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Swapping volume/tone knobs (not pots) on an Epiphone Dot

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adam12
(@adam12)
Active Member
Joined: 18 years ago
Posts: 5
Topic starter  

I bought a used Dot on eBay. Plays great, sounds great, looks great... except for those gold or bronse knobs! No offense intended if you have a Dot and like the stock knobs, but I thought mine would look better with black knobs (the guitar has the cherry red finish), since there is nothing else on the guitar the same color as the original knobs. I bought some Gibson speed knobs (also on eBay), and realized that I'm not sure how to remove the current knobs. Do I just grab them with a pair of pliers, put my other hand on the guitar body, and pull? Is there a special tool to do this with? I assume (I know, Iknow, there's that word, again!) that I would then simply press carefully on the new knobs to install them? Should I just take the guitar to a repair shop and have them do it? I've only had the guitar for about two weeks, having lusted after one for about four years, so I'd be very upset if I damaged it, especially since I haven't had it very long.

Any help would be appreciated.

BTW, to those who may be thinking, "Putting Gibson speed knobs on a Dot won't make it look like a Gibson 335!", my answer (no offense intended) is that I didn't buy a Dot with the plan on turning it into a less expensive 335 look-alike. I just think the black knobs will look better than the original knobs, plus the numbers will easier to read (my eyes aren't what they used to be! :shock: ).

Thanks again


   
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greybeard
(@greybeard)
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First have a look around the side of the knobs to see of there is a set screw - if so the change is easy, just loosen the screws and exchange the knobs, not forgetting to tighten the neew screws!
If the are no screws, they're just push-fit knobs. There are several ways to get them off, but one that will not damage the finish is to take two pieces of string, each about 1 foot long. Stretch them under the knob, one piece at either side of the post. Twist the two pieces together at either side of the knob, bring the two ends together, over the top of the knob and pull. Twisting them together is totally necessary, it just stops the string slipping off too easily.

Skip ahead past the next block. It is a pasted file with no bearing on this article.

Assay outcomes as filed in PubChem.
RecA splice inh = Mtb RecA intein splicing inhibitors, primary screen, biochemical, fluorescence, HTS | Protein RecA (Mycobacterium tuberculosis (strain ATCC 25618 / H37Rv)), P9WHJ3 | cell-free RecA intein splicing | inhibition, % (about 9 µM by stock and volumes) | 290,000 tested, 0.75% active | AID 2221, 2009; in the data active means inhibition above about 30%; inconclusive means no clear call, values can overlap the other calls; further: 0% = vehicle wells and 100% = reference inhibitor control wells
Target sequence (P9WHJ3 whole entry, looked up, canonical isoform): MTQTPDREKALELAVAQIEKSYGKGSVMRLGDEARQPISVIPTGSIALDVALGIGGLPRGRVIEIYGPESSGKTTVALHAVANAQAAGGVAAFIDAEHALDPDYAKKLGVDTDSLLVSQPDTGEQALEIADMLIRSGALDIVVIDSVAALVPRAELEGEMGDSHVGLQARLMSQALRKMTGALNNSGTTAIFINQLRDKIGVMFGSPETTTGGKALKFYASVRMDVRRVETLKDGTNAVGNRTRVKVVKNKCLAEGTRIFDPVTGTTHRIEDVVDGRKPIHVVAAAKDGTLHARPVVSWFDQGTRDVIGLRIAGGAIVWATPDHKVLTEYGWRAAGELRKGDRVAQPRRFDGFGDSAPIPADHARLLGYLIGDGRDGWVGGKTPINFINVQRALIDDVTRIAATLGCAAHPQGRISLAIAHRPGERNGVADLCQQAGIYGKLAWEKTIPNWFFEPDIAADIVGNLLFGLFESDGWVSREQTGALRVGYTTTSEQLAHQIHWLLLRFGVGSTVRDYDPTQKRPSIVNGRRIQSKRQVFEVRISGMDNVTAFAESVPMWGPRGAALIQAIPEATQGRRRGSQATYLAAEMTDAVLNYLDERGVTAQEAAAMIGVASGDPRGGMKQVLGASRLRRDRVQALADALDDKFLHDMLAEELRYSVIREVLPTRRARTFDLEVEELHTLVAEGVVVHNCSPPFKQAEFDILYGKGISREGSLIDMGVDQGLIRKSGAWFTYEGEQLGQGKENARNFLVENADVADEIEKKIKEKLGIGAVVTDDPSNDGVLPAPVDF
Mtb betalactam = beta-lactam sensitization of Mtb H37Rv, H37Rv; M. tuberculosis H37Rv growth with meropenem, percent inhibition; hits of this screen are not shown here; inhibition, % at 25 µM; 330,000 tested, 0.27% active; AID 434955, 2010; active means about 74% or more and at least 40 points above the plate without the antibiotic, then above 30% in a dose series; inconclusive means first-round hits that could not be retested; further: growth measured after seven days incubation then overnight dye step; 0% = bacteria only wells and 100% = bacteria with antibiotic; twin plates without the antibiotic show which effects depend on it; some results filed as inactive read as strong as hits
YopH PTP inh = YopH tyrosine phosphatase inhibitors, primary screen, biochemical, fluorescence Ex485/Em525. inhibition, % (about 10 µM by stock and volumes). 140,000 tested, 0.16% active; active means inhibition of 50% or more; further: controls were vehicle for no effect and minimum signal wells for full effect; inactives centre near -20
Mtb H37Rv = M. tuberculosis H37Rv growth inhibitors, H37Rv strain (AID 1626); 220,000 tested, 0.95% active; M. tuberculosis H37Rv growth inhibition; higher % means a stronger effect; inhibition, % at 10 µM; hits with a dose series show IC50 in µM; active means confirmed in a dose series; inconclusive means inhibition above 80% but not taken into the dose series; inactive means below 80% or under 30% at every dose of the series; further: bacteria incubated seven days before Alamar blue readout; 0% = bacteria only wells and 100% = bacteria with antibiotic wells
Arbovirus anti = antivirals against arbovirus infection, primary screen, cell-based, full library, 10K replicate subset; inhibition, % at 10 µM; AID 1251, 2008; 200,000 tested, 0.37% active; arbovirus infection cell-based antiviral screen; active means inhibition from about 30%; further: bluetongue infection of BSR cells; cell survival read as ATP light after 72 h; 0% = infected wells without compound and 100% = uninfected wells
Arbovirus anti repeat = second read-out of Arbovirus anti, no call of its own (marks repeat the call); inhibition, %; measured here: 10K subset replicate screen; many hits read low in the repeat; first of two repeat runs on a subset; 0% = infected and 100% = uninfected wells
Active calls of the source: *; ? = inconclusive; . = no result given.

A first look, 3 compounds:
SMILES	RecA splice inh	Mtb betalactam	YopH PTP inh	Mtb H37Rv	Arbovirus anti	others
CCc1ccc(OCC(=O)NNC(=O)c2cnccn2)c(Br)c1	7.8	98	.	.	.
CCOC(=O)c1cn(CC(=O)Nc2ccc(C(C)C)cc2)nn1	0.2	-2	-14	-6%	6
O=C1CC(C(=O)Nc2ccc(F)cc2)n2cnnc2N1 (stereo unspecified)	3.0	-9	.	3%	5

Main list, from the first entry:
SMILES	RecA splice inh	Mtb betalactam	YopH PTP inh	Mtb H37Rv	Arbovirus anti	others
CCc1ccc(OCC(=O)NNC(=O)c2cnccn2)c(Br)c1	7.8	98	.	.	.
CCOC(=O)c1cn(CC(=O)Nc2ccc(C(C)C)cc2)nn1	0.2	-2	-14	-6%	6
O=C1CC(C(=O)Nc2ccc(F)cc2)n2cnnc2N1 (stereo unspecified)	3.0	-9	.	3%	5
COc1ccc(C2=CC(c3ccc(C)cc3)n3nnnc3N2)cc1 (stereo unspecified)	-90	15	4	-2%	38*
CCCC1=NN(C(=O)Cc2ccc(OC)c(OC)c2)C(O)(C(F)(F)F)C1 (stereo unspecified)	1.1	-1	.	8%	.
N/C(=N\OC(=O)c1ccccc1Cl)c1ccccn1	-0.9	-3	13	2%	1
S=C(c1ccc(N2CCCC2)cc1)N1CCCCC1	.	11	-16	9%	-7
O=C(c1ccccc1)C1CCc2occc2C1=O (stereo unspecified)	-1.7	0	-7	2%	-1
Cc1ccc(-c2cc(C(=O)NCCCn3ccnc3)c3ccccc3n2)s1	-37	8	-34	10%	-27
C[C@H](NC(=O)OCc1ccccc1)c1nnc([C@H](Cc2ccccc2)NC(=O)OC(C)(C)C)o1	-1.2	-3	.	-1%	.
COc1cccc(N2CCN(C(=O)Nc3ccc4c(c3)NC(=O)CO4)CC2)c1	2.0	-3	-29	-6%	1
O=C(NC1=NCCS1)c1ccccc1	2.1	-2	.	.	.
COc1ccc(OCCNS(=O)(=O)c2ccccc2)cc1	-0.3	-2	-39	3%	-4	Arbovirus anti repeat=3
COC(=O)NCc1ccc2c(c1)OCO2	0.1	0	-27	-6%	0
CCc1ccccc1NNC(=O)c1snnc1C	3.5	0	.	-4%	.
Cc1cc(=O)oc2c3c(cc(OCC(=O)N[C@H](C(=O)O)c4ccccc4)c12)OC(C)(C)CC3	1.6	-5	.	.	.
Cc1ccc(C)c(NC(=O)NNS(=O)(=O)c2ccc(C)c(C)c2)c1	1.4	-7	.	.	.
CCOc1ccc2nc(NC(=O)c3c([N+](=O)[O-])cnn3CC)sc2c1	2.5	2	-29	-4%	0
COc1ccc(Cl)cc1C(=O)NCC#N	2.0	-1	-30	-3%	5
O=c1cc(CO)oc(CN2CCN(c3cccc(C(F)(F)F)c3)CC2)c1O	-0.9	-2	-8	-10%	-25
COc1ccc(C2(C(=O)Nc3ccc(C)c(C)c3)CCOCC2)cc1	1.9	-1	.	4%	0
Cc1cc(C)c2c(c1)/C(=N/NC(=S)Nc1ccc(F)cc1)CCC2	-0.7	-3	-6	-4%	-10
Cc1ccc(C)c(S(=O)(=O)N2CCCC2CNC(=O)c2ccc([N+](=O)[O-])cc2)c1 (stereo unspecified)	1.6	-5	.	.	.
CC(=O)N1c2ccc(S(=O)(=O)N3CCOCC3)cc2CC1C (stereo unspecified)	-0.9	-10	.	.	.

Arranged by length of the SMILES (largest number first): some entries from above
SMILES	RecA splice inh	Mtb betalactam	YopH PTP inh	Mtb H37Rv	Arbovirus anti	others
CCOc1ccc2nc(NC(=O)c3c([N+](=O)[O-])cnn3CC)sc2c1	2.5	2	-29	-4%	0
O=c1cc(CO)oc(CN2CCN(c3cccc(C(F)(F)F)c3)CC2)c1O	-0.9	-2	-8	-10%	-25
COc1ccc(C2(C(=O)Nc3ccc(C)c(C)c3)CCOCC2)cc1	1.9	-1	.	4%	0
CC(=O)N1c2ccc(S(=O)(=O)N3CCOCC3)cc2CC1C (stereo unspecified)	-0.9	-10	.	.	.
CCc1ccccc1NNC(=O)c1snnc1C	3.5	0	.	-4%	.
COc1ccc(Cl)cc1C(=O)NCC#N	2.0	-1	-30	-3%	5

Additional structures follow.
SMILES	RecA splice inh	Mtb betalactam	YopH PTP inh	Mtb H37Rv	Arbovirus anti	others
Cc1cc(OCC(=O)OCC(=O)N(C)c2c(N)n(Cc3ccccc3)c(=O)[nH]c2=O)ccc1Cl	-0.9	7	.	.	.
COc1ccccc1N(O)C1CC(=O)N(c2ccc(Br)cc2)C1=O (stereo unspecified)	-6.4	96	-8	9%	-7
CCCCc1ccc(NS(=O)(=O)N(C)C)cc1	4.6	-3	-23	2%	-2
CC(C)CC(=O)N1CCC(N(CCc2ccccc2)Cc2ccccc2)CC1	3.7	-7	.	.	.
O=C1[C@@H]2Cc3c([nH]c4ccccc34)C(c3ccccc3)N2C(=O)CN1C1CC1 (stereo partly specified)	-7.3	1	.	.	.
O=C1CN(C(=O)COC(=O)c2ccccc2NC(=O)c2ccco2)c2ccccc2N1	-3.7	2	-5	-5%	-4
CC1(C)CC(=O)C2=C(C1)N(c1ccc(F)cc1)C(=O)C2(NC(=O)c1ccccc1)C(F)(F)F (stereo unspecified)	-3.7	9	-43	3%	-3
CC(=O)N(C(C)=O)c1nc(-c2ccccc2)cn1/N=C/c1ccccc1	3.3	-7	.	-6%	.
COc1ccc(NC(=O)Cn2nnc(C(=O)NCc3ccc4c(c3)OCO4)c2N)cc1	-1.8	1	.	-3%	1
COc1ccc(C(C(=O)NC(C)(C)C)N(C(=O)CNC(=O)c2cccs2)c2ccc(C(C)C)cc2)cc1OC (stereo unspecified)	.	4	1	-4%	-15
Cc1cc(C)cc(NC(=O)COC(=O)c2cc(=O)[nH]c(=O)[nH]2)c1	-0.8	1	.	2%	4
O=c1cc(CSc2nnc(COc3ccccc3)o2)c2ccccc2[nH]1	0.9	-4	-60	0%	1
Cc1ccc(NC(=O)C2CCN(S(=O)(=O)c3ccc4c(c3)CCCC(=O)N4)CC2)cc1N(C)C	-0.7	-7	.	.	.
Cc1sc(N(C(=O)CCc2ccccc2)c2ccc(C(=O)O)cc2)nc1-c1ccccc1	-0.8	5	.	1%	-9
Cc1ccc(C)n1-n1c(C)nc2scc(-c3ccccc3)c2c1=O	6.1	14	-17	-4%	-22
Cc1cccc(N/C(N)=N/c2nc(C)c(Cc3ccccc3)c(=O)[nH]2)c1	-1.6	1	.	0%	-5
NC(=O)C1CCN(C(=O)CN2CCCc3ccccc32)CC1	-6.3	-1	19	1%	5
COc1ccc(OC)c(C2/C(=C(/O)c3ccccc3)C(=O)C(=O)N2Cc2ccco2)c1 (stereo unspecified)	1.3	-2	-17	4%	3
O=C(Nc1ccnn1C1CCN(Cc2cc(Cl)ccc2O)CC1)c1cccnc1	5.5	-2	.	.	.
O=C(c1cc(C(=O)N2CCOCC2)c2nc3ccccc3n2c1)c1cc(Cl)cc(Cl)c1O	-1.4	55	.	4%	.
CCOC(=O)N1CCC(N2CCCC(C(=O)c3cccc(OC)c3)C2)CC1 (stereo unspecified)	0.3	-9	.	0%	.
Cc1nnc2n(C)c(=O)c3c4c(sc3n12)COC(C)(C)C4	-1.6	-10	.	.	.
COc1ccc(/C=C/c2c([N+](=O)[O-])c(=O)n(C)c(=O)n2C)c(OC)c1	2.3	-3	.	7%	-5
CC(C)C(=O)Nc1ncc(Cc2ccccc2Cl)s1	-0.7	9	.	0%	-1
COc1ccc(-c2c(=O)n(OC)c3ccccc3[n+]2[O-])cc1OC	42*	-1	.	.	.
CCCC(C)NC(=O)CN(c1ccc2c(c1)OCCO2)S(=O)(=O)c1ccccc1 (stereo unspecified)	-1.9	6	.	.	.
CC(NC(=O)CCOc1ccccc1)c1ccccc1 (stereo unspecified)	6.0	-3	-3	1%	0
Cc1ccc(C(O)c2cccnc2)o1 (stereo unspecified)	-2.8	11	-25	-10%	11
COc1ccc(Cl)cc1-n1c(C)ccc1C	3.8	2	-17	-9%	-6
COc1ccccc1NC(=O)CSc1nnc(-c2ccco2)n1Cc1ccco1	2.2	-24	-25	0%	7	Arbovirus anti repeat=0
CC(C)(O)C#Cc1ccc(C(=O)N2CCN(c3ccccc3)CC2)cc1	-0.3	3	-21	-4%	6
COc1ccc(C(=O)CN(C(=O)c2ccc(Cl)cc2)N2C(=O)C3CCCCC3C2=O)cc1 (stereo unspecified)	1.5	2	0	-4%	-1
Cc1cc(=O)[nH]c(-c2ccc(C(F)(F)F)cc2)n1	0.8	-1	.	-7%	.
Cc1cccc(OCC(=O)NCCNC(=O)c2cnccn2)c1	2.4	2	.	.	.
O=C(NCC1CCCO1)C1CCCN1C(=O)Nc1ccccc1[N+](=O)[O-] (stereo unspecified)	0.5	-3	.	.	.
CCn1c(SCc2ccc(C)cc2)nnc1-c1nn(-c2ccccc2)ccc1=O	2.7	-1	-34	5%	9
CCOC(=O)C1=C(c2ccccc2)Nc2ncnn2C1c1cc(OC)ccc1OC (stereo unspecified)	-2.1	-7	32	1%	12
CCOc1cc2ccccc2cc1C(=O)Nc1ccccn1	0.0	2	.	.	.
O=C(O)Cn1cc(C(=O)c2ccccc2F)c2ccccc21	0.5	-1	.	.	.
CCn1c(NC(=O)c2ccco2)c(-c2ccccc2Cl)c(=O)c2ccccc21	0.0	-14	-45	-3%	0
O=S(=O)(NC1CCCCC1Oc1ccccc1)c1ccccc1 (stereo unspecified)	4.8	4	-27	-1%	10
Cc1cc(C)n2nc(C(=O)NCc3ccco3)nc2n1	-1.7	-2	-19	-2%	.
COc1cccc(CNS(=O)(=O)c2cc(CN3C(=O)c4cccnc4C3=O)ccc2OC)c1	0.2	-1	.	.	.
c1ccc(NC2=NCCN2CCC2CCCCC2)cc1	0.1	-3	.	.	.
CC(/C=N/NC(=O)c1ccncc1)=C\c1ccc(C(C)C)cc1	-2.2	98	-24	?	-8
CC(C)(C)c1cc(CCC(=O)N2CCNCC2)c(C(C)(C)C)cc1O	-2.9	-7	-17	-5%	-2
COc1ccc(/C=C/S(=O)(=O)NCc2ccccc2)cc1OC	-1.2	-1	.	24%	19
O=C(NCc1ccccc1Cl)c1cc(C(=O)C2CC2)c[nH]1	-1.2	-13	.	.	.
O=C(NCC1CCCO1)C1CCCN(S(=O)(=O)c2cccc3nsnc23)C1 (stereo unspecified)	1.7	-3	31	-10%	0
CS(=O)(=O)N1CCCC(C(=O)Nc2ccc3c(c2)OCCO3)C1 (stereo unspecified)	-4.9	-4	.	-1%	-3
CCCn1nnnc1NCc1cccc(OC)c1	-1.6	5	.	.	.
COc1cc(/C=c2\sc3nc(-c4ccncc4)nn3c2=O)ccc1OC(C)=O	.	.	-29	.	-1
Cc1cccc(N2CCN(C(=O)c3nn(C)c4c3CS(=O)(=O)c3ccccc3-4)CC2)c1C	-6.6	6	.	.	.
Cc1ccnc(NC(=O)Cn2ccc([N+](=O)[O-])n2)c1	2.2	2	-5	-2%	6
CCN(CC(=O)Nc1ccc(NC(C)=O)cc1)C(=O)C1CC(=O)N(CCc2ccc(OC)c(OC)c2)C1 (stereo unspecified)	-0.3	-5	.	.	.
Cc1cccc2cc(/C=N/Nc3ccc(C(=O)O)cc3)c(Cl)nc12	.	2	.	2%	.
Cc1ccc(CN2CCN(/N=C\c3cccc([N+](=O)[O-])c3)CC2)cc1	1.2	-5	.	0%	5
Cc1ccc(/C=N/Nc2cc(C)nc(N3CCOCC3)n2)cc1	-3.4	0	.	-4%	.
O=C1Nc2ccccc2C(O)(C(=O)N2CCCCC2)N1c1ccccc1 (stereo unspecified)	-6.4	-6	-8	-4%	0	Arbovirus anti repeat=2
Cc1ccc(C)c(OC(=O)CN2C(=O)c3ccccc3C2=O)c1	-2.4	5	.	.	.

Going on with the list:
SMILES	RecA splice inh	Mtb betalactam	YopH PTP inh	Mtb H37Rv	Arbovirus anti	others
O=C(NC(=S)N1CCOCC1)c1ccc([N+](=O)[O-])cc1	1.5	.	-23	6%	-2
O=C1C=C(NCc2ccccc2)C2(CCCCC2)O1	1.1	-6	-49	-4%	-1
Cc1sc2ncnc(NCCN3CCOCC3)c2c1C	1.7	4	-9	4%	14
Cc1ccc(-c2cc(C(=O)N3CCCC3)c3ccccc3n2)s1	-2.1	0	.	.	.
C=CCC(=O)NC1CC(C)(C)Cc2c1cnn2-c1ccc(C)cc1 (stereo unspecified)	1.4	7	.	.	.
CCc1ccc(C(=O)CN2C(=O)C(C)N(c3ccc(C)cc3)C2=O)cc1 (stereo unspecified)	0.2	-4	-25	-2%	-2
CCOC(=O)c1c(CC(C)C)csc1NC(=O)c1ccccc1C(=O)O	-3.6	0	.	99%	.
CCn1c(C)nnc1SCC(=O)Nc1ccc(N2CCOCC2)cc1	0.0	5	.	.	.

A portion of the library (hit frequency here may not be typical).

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mcdouggy
(@mcdouggy)
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Joined: 19 years ago
Posts: 57
 

The above is great advice, I'm just going to say that the way I prefer to remove the knobs is to take two thickish (>1mm if possible) plectrums and put them underneath the knob either side, then simply lift, the pot will slide off - unless it's screwed on.

Doug

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ModestCargo
(@modestcargo)
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Joined: 17 years ago
Posts: 33
 

Hmm, I've always just grabbed 'em and pulled hard :)

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Arizona Bay
(@arizona-bay)
New Member
Joined: 17 years ago
Posts: 1
 

Well, this is sort of off-topic, but I thought that it didn't justify a whole new thread.

For this Christmas I received a couple of new volume/tone knobs for my standard Samick bass (Squire-esque design & such). I easily popped the old ones off and placed the new ones on. The replacements are slighty larger but do not conflict with eachother's turning paths. The problem is that when they're in the 3 to 7.5 (about, no actual numerical markers) range it causes a loud humming. This did not happen with the previous stock dome knobs, and I've found the problem. The old ones' insides are made of plastic with a metal dome shell while the new ones (skulls :P) are solid metal. I'm guessing that the pickups are interfering with the pot-dial-things (when taking off the skull knobs I noticed that the problem persisted). So...must I sacrifice my cool knobs or do any of you have an idea? I've only played guitar for about a year and a half and bass for three months so I'm not much of a technician.


   
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Rodya S. Thompson
(@rodya-s-thompson)
Estimable Member
Joined: 18 years ago
Posts: 207
 

What a coincidence - I'm doing the same thing to my Epi Les Paul Standard in a week or so, when the parts come in! Those speed knobs look ugly as heck!

I pried one of them off to see whether or not the knobs would fit - definitely use the thick picks. Watch out in case Gibson tone knobs don't fit it - you might have to look elsewhere, like a parts site, to find ones that will fit the import guitars like the Epis.

As far as putting them back on, just remember where you had the settings, and slide them on accordingly!

Henry Garza, Saul Hudson, and Darrell Abbott could not be here tonight, but they all had sex and are proud to announce the birth of their two-headed baby, Rodya S. Thompson.

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adam12
(@adam12)
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Joined: 18 years ago
Posts: 5
Topic starter  

Thanks for the replys and great suggestions. I went with the "thick pick" approach. First, I set all the dials to lowest settings (that way, I could put the new knobs on with the '1' relative to my point of view). Then, I used two thick picks to remove the old knobs (I almost hit myself in the face with the first knob, it came off so much easier than I was expecting! :D ). Finally, I lined up and pressed on the new knobs. Personally, I think they are a big improvement, cosmetically, to the stock knobs.

Again, thanks for the input.


   
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